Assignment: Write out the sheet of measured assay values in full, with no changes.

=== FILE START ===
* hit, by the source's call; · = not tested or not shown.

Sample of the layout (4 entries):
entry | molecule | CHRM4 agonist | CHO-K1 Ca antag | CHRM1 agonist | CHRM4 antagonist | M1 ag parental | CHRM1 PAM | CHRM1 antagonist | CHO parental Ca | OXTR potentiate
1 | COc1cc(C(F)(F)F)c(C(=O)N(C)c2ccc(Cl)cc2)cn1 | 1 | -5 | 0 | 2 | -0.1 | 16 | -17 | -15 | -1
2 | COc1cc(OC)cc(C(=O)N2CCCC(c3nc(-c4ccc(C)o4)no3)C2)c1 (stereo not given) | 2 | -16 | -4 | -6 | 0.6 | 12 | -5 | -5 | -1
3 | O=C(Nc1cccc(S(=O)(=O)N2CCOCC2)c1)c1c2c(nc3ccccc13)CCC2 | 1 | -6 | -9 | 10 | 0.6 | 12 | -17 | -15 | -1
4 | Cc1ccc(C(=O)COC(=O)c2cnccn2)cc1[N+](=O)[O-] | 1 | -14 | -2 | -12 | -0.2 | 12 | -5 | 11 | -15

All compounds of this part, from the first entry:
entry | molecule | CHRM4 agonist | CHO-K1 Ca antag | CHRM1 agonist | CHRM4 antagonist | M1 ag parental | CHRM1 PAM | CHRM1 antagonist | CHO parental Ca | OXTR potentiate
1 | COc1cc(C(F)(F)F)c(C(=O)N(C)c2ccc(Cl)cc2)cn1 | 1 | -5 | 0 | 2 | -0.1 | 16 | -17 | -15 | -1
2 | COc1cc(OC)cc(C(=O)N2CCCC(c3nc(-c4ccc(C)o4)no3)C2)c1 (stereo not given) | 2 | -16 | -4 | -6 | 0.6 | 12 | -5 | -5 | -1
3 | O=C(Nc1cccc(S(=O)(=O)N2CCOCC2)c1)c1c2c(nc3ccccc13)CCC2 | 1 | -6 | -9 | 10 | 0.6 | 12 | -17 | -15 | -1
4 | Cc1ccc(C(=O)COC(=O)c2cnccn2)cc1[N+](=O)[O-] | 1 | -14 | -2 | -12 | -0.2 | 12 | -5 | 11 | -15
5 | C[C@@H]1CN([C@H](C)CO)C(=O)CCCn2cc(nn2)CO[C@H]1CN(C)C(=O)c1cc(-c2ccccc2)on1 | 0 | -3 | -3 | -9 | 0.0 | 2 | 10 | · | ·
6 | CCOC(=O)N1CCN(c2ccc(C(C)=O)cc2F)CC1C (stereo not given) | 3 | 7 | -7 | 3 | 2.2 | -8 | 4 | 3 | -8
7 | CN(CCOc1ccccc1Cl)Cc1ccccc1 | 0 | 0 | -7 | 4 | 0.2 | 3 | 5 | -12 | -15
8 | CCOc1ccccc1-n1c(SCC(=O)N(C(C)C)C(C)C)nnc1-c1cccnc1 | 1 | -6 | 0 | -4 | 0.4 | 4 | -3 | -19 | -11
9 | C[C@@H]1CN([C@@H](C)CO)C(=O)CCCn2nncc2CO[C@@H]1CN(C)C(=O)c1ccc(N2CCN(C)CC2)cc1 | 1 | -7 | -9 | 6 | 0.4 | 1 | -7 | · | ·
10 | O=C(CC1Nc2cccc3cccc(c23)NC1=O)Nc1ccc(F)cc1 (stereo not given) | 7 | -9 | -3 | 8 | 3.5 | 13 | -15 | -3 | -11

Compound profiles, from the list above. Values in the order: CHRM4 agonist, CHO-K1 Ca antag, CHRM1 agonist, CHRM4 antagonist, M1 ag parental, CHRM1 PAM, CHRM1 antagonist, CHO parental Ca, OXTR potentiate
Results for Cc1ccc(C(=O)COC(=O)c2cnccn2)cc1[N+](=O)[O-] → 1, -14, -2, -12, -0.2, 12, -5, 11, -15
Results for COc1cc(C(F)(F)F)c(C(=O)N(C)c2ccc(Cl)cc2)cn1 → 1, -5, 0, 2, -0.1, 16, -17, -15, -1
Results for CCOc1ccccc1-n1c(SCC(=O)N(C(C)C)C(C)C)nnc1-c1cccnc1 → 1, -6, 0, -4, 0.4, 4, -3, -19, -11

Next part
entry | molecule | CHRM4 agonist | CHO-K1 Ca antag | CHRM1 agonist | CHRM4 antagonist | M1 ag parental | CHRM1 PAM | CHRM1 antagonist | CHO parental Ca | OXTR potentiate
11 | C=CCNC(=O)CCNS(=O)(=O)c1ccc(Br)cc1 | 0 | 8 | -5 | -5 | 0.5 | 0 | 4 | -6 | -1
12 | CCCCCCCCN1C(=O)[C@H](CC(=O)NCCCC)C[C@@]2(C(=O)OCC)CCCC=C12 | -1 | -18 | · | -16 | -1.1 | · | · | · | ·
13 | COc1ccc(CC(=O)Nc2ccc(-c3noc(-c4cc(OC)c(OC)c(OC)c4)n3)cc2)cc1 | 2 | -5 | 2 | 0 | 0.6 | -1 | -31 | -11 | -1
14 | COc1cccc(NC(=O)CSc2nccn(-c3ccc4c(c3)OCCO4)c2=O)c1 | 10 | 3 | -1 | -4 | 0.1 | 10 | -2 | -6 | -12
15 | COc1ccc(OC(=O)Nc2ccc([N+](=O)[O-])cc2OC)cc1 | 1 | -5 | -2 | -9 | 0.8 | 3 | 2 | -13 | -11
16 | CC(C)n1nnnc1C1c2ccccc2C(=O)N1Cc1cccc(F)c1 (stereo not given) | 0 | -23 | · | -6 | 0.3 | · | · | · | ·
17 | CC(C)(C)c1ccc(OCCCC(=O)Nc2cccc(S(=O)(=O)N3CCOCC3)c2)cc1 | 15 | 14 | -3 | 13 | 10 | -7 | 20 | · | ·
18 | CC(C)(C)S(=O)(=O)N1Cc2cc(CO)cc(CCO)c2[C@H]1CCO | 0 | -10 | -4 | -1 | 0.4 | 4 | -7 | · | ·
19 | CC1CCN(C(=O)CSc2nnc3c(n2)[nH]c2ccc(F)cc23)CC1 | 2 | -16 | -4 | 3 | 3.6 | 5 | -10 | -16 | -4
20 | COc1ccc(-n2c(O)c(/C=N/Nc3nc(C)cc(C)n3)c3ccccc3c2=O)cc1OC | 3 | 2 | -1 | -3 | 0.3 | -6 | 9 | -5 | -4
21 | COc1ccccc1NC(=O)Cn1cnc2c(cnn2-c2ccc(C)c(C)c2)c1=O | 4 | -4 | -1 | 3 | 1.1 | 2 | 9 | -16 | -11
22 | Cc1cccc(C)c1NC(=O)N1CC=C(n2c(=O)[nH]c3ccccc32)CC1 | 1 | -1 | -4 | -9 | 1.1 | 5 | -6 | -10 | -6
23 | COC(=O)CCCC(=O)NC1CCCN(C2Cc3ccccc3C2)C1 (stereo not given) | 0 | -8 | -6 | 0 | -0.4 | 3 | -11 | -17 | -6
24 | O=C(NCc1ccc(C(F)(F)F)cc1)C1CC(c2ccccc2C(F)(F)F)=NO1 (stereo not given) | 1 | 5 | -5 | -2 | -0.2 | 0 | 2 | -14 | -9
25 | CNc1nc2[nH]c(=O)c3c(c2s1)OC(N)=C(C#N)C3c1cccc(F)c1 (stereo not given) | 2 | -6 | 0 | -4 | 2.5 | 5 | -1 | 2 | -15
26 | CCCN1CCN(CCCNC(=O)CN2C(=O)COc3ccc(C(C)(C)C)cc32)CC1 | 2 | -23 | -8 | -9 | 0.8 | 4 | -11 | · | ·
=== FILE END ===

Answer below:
* hit, by the source's call; · = not tested or not shown.

Sample of the layout (4 entries):
entry | molecule | CHRM4 agonist | CHO-K1 Ca antag | CHRM1 agonist | CHRM4 antagonist | M1 ag parental | CHRM1 PAM | CHRM1 antagonist | CHO parental Ca | OXTR potentiate
1 | COc1cc(C(F)(F)F)c(C(=O)N(C)c2ccc(Cl)cc2)cn1 | 1 | -5 | 0 | 2 | -0.1 | 16 | -17 | -15 | -1
2 | COc1cc(OC)cc(C(=O)N2CCCC(c3nc(-c4ccc(C)o4)no3)C2)c1 (stereo not given) | 2 | -16 | -4 | -6 | 0.6 | 12 | -5 | -5 | -1
3 | O=C(Nc1cccc(S(=O)(=O)N2CCOCC2)c1)c1c2c(nc3ccccc13)CCC2 | 1 | -6 | -9 | 10 | 0.6 | 12 | -17 | -15 | -1
4 | Cc1ccc(C(=O)COC(=O)c2cnccn2)cc1[N+](=O)[O-] | 1 | -14 | -2 | -12 | -0.2 | 12 | -5 | 11 | -15

All compounds of this part, from the first entry:
entry | molecule | CHRM4 agonist | CHO-K1 Ca antag | CHRM1 agonist | CHRM4 antagonist | M1 ag parental | CHRM1 PAM | CHRM1 antagonist | CHO parental Ca | OXTR potentiate
1 | COc1cc(C(F)(F)F)c(C(=O)N(C)c2ccc(Cl)cc2)cn1 | 1 | -5 | 0 | 2 | -0.1 | 16 | -17 | -15 | -1
2 | COc1cc(OC)cc(C(=O)N2CCCC(c3nc(-c4ccc(C)o4)no3)C2)c1 (stereo not given) | 2 | -16 | -4 | -6 | 0.6 | 12 | -5 | -5 | -1
3 | O=C(Nc1cccc(S(=O)(=O)N2CCOCC2)c1)c1c2c(nc3ccccc13)CCC2 | 1 | -6 | -9 | 10 | 0.6 | 12 | -17 | -15 | -1
4 | Cc1ccc(C(=O)COC(=O)c2cnccn2)cc1[N+](=O)[O-] | 1 | -14 | -2 | -12 | -0.2 | 12 | -5 | 11 | -15
5 | C[C@@H]1CN([C@H](C)CO)C(=O)CCCn2cc(nn2)CO[C@H]1CN(C)C(=O)c1cc(-c2ccccc2)on1 | 0 | -3 | -3 | -9 | 0.0 | 2 | 10 | · | ·
6 | CCOC(=O)N1CCN(c2ccc(C(C)=O)cc2F)CC1C (stereo not given) | 3 | 7 | -7 | 3 | 2.2 | -8 | 4 | 3 | -8
7 | CN(CCOc1ccccc1Cl)Cc1ccccc1 | 0 | 0 | -7 | 4 | 0.2 | 3 | 5 | -12 | -15
8 | CCOc1ccccc1-n1c(SCC(=O)N(C(C)C)C(C)C)nnc1-c1cccnc1 | 1 | -6 | 0 | -4 | 0.4 | 4 | -3 | -19 | -11
9 | C[C@@H]1CN([C@@H](C)CO)C(=O)CCCn2nncc2CO[C@@H]1CN(C)C(=O)c1ccc(N2CCN(C)CC2)cc1 | 1 | -7 | -9 | 6 | 0.4 | 1 | -7 | · | ·
10 | O=C(CC1Nc2cccc3cccc(c23)NC1=O)Nc1ccc(F)cc1 (stereo not given) | 7 | -9 | -3 | 8 | 3.5 | 13 | -15 | -3 | -11

Compound profiles, from the list above. Values in the order: CHRM4 agonist, CHO-K1 Ca antag, CHRM1 agonist, CHRM4 antagonist, M1 ag parental, CHRM1 PAM, CHRM1 antagonist, CHO parental Ca, OXTR potentiate
Results for Cc1ccc(C(=O)COC(=O)c2cnccn2)cc1[N+](=O)[O-] → 1, -14, -2, -12, -0.2, 12, -5, 11, -15
Results for COc1cc(C(F)(F)F)c(C(=O)N(C)c2ccc(Cl)cc2)cn1 → 1, -5, 0, 2, -0.1, 16, -17, -15, -1
Results for CCOc1ccccc1-n1c(SCC(=O)N(C(C)C)C(C)C)nnc1-c1cccnc1 → 1, -6, 0, -4, 0.4, 4, -3, -19, -11

Next part
entry | molecule | CHRM4 agonist | CHO-K1 Ca antag | CHRM1 agonist | CHRM4 antagonist | M1 ag parental | CHRM1 PAM | CHRM1 antagonist | CHO parental Ca | OXTR potentiate
11 | C=CCNC(=O)CCNS(=O)(=O)c1ccc(Br)cc1 | 0 | 8 | -5 | -5 | 0.5 | 0 | 4 | -6 | -1
12 | CCCCCCCCN1C(=O)[C@H](CC(=O)NCCCC)C[C@@]2(C(=O)OCC)CCCC=C12 | -1 | -18 | · | -16 | -1.1 | · | · | · | ·
13 | COc1ccc(CC(=O)Nc2ccc(-c3noc(-c4cc(OC)c(OC)c(OC)c4)n3)cc2)cc1 | 2 | -5 | 2 | 0 | 0.6 | -1 | -31 | -11 | -1
14 | COc1cccc(NC(=O)CSc2nccn(-c3ccc4c(c3)OCCO4)c2=O)c1 | 10 | 3 | -1 | -4 | 0.1 | 10 | -2 | -6 | -12
15 | COc1ccc(OC(=O)Nc2ccc([N+](=O)[O-])cc2OC)cc1 | 1 | -5 | -2 | -9 | 0.8 | 3 | 2 | -13 | -11
16 | CC(C)n1nnnc1C1c2ccccc2C(=O)N1Cc1cccc(F)c1 (stereo not given) | 0 | -23 | · | -6 | 0.3 | · | · | · | ·
17 | CC(C)(C)c1ccc(OCCCC(=O)Nc2cccc(S(=O)(=O)N3CCOCC3)c2)cc1 | 15 | 14 | -3 | 13 | 10 | -7 | 20 | · | ·
18 | CC(C)(C)S(=O)(=O)N1Cc2cc(CO)cc(CCO)c2[C@H]1CCO | 0 | -10 | -4 | -1 | 0.4 | 4 | -7 | · | ·
19 | CC1CCN(C(=O)CSc2nnc3c(n2)[nH]c2ccc(F)cc23)CC1 | 2 | -16 | -4 | 3 | 3.6 | 5 | -10 | -16 | -4
20 | COc1ccc(-n2c(O)c(/C=N/Nc3nc(C)cc(C)n3)c3ccccc3c2=O)cc1OC | 3 | 2 | -1 | -3 | 0.3 | -6 | 9 | -5 | -4
21 | COc1ccccc1NC(=O)Cn1cnc2c(cnn2-c2ccc(C)c(C)c2)c1=O | 4 | -4 | -1 | 3 | 1.1 | 2 | 9 | -16 | -11
22 | Cc1cccc(C)c1NC(=O)N1CC=C(n2c(=O)[nH]c3ccccc32)CC1 | 1 | -1 | -4 | -9 | 1.1 | 5 | -6 | -10 | -6
23 | COC(=O)CCCC(=O)NC1CCCN(C2Cc3ccccc3C2)C1 (stereo not given) | 0 | -8 | -6 | 0 | -0.4 | 3 | -11 | -17 | -6
24 | O=C(NCc1ccc(C(F)(F)F)cc1)C1CC(c2ccccc2C(F)(F)F)=NO1 (stereo not given) | 1 | 5 | -5 | -2 | -0.2 | 0 | 2 | -14 | -9
25 | CNc1nc2[nH]c(=O)c3c(c2s1)OC(N)=C(C#N)C3c1cccc(F)c1 (stereo not given) | 2 | -6 | 0 | -4 | 2.5 | 5 | -1 | 2 | -15
26 | CCCN1CCN(CCCNC(=O)CN2C(=O)COc3ccc(C(C)(C)C)cc32)CC1 | 2 | -23 | -8 | -9 | 0.8 | 4 | -11 | · | ·